What Doesn’t Influence Catch Candy XL?
Other factors were examined for possible effects on Candy XL rates. Using a series of Student’s t-tests, we evaluated mean Candy XL rates compared to a control group of wild and incensed Pokémon.
- Field Research Pokémon (all level 15) did not significantly differ from level 15 Pokémon caught in the wild or from incense, and Shadow Pokémon did not differ from level 8 Pokémon (p-values=0.30 and 0.13 respectively). Candy XL rates for Pokémon caught in the wild and spawned by incense also did not differ (p-value=0.45).
- Weather-boosted catches had a significantly higher rate of Candy XL than unboosted catches; however, this was explained by the increase in Pokémon level. For Pokémon with levels from 6-30, there was no significant difference between boosted and unboosted catches (p-value=0.66).
- Despite receiving five or more regular candies for catching certain evolved Pokémon, there was no difference in their overall Candy XL rate when compared to catching unevolved forms (p-value=0.13).
- Increasing regular candy for caught Pokémon (via Pinap berries or double catch candy events) did not significantly change the rate of Candy XL received (p-value=0.25).
- So far, the research group has not found evidence of specific species having boosted Candy XL drop rates. Eighteen species were captured more than 250 times during the course of the study. None of these species differed from their expected average Candy XL under the proposed model (one-sample t-test, all p-values>0.05).⁴
The Candy XL rate for Raid and GO Battle League encounters have yet to show a significant difference from wild Pokémon, but more data is required before drawing a strong conclusion (n=595 and 256, respectively).
While Candy XL still remains a scarce resource for many travelers, catching wild Pokémon is the largest and most accessible source currently available. Weather-boosted Pokémon are especially profitable due to their higher than normal levels, with the average boosted Pokémon netting 64% more Candy XL than the average unboosted spawn (0.36 compared to 0.21). If there’s a specific Pokémon you want to power up, be sure to check the weather forecast!
Thanks for reading, travelers. Stay tuned for the third article in the series, which will take a look at transferring Pokémon!
Article author: Scientist CaroKann
Analysis: Scientist CaroKann and Titleist, and Lead Researchers Pancake and Gustavobc
Graphics: Scientists WoodWoseWulf and CaroKann
Project Leaders: Scientists Draxado and CaroKann
Editing: Scientists Cham1nade and skyeofthetyger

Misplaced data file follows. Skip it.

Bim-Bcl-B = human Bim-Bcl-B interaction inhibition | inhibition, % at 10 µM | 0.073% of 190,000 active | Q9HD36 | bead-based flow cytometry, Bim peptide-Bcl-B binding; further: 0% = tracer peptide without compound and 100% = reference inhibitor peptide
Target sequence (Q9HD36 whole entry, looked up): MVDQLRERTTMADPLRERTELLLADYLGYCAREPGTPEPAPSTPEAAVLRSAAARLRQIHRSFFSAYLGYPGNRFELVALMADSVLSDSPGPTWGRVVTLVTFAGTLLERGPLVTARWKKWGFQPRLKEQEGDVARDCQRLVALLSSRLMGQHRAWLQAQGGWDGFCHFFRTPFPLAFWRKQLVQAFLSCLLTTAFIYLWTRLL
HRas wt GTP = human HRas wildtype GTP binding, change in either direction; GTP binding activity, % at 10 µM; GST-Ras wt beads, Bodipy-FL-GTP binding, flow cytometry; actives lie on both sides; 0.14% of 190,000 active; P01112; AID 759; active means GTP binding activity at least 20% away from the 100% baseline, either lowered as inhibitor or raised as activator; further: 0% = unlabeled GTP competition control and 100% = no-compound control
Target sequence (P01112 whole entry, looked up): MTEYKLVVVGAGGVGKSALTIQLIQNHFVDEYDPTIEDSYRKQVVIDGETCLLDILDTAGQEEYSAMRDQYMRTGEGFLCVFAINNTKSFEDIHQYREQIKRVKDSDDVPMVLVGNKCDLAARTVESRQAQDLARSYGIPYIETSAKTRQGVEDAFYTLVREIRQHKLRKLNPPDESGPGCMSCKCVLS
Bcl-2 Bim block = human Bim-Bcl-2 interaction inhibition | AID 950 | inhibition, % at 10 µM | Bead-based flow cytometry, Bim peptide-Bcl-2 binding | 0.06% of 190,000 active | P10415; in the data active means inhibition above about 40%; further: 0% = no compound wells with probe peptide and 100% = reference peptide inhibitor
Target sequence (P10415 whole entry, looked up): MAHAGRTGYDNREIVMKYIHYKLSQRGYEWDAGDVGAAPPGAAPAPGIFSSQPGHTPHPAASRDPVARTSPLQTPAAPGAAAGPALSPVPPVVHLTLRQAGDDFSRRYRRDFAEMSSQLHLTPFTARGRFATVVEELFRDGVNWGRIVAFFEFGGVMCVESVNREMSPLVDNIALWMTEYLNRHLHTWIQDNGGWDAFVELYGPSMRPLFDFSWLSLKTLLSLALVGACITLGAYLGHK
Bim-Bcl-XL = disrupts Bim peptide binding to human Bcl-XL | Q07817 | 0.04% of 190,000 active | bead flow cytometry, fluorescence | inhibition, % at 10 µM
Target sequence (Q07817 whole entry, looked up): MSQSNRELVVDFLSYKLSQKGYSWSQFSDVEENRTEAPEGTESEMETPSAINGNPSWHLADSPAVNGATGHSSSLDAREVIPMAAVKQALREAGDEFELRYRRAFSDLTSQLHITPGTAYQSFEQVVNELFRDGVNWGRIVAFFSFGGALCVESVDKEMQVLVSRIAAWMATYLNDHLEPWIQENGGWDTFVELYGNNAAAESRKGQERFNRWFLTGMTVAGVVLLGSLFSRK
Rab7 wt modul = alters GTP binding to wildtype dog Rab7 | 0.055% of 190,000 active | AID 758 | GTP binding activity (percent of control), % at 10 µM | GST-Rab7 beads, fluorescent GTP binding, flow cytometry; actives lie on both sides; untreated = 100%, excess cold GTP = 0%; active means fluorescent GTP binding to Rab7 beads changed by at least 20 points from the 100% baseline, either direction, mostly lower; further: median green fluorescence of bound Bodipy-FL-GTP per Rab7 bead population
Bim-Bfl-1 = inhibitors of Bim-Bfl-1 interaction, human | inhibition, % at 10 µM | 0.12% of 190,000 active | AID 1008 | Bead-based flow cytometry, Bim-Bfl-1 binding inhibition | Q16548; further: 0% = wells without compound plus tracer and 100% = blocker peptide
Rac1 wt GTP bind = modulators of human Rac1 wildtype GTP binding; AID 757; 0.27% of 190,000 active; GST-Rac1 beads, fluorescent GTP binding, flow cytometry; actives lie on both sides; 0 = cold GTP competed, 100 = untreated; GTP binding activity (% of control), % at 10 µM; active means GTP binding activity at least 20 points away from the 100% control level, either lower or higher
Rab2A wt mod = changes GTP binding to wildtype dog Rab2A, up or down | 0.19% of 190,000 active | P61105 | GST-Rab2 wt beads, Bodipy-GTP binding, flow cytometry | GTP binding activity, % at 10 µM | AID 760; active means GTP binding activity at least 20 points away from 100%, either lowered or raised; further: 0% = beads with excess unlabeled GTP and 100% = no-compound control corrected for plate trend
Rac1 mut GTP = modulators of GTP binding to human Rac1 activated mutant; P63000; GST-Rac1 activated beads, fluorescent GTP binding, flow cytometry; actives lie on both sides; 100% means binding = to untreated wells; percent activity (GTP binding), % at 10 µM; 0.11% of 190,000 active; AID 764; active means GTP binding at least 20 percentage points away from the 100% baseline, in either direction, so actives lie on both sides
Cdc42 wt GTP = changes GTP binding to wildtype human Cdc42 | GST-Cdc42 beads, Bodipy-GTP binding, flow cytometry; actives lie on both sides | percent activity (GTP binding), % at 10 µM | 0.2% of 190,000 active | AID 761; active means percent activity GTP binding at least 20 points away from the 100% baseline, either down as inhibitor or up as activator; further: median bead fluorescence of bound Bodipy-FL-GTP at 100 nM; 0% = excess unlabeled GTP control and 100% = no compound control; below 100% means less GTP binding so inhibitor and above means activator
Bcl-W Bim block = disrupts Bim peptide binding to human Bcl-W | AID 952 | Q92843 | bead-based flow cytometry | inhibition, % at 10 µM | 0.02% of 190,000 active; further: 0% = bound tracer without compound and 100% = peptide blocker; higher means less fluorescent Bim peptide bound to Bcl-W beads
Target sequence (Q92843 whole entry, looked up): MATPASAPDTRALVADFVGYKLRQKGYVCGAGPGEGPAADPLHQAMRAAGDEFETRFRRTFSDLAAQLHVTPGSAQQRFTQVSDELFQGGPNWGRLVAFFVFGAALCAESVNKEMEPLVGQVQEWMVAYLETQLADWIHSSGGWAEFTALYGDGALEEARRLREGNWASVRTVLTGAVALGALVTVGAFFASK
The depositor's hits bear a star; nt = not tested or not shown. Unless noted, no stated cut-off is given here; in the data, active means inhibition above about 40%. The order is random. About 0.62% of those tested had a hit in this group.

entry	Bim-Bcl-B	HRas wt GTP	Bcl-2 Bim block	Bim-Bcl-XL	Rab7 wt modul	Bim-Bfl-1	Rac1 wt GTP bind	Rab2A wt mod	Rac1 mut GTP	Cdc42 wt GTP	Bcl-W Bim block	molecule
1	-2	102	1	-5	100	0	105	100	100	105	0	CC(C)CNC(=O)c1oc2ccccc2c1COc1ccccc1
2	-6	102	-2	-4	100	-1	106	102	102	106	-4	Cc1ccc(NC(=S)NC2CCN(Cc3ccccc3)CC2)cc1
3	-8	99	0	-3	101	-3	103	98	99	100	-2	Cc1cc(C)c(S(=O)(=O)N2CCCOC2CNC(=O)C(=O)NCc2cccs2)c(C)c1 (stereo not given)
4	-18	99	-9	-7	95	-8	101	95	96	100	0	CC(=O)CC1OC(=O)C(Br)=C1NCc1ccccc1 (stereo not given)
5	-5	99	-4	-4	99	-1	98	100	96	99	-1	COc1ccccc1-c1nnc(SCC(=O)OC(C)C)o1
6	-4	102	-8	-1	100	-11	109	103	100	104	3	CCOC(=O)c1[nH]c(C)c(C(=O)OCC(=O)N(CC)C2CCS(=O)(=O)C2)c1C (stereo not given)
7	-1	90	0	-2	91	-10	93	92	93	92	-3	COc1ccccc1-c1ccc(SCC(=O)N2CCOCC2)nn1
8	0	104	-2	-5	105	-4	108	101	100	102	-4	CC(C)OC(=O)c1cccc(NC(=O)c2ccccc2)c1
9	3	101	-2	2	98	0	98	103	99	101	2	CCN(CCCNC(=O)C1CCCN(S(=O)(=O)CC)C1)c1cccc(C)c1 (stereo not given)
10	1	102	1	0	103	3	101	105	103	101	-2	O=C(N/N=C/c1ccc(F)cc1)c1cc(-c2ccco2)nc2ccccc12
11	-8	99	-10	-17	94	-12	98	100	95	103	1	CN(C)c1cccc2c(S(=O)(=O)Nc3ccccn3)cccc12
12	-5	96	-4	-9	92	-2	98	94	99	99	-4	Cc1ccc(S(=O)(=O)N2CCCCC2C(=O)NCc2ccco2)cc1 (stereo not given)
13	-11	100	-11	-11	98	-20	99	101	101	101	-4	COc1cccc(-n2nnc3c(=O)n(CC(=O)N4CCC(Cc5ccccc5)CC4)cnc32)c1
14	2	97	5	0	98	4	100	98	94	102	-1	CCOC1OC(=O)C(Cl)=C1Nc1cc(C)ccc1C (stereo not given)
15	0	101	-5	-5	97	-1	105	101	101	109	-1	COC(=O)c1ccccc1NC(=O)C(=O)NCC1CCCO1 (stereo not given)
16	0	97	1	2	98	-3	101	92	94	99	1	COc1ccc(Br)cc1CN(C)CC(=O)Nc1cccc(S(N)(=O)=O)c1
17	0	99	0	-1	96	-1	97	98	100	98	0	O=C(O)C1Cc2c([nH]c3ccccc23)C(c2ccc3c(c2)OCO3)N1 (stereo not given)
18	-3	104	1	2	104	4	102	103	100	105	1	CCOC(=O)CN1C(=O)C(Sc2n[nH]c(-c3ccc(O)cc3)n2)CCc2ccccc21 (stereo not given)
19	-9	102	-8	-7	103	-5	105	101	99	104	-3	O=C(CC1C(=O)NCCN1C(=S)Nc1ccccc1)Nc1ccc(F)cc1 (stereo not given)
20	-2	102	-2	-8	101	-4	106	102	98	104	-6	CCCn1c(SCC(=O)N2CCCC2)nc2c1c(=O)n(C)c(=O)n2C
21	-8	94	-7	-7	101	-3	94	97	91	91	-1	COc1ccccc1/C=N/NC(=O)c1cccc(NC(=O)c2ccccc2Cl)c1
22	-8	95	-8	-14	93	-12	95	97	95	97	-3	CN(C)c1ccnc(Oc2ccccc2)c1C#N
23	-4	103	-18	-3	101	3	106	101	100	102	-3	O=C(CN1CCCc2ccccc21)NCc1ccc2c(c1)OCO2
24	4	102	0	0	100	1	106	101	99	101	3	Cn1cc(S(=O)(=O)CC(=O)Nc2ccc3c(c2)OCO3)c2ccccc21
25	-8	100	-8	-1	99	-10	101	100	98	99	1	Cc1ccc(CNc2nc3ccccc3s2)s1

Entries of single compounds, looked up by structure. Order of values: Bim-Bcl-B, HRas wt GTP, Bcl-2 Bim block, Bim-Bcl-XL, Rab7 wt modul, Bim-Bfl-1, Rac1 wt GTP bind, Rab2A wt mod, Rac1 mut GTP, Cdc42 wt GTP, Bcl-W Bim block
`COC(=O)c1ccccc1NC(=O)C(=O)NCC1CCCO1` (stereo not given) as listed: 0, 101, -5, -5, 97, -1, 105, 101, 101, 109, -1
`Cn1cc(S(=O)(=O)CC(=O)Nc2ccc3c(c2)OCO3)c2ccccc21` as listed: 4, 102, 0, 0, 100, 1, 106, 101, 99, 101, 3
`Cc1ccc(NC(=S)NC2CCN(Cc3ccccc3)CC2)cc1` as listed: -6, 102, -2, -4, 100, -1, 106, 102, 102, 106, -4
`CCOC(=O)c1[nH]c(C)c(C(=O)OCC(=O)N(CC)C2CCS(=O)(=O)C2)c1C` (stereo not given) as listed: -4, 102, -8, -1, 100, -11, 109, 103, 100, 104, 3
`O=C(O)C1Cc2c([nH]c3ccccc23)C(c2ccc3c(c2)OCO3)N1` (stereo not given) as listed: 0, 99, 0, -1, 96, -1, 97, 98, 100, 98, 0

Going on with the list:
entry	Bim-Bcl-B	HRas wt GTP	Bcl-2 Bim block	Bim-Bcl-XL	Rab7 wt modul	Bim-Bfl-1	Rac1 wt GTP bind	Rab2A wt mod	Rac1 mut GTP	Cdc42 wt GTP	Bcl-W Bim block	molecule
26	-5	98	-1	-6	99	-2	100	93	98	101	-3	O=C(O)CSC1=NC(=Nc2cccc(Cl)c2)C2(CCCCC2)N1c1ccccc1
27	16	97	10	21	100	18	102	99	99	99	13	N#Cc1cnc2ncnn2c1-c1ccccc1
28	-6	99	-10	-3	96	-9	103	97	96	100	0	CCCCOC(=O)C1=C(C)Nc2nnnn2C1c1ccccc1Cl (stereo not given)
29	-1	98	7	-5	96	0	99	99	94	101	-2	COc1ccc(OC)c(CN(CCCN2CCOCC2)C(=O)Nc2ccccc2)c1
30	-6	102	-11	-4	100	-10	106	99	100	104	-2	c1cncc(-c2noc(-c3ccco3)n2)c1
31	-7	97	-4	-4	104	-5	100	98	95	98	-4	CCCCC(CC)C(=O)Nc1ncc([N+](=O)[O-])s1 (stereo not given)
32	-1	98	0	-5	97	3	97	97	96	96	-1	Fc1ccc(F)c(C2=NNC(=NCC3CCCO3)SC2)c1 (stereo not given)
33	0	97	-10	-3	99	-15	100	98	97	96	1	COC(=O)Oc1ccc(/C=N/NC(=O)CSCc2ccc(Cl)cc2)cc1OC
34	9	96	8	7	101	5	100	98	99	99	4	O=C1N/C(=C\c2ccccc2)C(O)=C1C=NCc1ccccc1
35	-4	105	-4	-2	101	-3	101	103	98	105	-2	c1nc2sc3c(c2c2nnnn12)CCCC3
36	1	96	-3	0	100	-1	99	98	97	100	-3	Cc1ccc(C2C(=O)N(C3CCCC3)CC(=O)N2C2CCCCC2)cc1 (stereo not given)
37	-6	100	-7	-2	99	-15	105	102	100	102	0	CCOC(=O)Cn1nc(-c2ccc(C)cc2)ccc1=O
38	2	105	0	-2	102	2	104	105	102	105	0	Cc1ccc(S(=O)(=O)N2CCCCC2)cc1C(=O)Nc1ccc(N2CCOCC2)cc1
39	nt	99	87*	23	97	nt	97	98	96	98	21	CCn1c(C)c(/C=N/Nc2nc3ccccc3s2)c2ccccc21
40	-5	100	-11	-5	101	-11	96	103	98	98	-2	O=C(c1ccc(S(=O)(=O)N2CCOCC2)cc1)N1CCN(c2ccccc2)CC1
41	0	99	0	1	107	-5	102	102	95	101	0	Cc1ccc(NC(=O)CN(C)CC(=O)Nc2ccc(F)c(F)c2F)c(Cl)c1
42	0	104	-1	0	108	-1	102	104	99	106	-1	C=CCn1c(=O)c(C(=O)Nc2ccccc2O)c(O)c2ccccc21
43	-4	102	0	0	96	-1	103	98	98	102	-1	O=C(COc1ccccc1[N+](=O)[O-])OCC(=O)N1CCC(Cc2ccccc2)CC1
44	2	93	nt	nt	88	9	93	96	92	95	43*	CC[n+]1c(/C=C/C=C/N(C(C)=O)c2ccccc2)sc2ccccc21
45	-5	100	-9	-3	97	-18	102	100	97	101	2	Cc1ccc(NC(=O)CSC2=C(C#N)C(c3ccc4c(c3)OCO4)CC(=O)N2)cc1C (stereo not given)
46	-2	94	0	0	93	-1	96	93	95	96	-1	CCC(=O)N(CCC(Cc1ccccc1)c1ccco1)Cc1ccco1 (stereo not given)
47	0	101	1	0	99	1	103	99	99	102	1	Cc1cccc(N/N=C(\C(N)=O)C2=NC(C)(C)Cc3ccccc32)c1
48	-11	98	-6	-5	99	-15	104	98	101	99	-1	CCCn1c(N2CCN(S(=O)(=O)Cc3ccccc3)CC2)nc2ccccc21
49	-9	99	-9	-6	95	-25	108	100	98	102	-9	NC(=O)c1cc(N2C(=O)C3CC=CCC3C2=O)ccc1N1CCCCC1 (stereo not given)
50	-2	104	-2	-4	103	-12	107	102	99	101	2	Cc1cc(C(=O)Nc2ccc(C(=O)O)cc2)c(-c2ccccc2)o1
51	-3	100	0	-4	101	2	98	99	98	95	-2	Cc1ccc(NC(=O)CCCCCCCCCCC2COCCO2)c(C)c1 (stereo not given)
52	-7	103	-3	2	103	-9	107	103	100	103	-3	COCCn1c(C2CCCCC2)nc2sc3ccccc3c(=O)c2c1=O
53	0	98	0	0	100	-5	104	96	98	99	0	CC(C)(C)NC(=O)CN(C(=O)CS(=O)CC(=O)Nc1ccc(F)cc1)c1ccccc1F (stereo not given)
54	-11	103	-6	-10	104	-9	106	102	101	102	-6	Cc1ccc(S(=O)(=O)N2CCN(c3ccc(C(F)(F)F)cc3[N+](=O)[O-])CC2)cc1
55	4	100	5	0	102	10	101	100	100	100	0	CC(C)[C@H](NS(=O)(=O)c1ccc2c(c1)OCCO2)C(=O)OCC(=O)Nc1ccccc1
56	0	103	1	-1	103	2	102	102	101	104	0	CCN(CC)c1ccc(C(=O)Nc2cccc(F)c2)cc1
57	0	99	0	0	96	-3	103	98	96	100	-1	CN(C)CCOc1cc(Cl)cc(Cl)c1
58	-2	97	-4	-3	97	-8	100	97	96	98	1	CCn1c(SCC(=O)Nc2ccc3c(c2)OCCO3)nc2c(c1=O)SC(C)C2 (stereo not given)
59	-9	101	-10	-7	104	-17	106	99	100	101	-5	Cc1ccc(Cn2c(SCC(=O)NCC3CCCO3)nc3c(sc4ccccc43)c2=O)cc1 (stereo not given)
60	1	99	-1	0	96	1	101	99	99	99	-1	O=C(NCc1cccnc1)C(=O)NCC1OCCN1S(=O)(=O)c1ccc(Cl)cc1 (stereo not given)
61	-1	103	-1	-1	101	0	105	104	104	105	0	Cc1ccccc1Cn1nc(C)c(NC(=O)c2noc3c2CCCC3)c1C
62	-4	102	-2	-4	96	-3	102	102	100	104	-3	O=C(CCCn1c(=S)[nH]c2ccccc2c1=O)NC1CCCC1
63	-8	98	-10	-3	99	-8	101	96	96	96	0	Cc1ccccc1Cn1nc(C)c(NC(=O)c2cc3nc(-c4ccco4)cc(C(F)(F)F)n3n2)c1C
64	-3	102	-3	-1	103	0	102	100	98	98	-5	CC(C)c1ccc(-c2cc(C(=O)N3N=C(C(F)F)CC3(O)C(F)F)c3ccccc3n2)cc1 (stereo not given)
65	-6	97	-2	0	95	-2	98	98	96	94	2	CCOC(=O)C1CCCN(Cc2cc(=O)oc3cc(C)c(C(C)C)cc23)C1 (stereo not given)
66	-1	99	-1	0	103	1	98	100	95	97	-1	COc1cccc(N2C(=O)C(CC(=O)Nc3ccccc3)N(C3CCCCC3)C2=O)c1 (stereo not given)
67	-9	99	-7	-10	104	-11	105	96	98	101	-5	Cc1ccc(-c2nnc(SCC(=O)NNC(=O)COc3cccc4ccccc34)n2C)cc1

Data collection: 53 fastidious researchers collected data for this project. These 10 greatly exceeded our expectations:
¹ We also evaluated mixed models which include linear growth from levels 15-30 and levels 15-35 and stair-step growth for the other levels. Comparisons of the expected counts for each model to the observed data was rejected using a chi-squared goodness-of-fit test at a 0.01 significance level.
² The number of 2 Candy XL bundles for level 26 Pokemon caught in the wild is significantly higher than the model. While this outlier could be due to an artifact in random number generation or general variance in our data, we are unable to come up with a logical explanation for this deviation.
³ For evaluating each coin-flip model, we first set the probability of success as the modeled Candy XL rate at each level divided by the number of flips. The expected counts of each Candy XL bundle are defined by the number of catches times the binomial function per level. We compared to the expected and observed counts of each bundle across each level using a chi-squared goodness-of-fit test, at a significance level of 0.01. As greater than one bundle sizes are rarer at lower levels, each model was only evaluated comparing the observed and expected counts of levels 20 and above.
Likewise, we evaluated a Poisson distribution model for the Candy XL bundle sizes. We first fit λ to each level using the maximum likelihood estimate (the sum Candy XL divided by the total number of catches at each level). The expected count for each bundle size was set as the number of catches per level times the Poisson probability mass function. When compared to observed bundle distribution using a chi-squared goodness-of-fit test, the expected values of the Poisson distribution model was rejected at a significance level of 0.01.
⁴ The following table shows the eighteen species along with their sample sizes, expected Candy XL rates, observed Candy XL rates, and p-values. All encounter methods are combined, and the expected rates of Candy XL were calculated from the level distributions of the species using the proposed stair-step model. Species that were more often caught at a high level tend to have higher expected rates of Candy XL. For example, species that were more often caught weather-boosted had higher expected rates.
|Species||Observations||Expected Candy XL rate||Observed Candy XL rate||Student’s one-sample t-test p-value|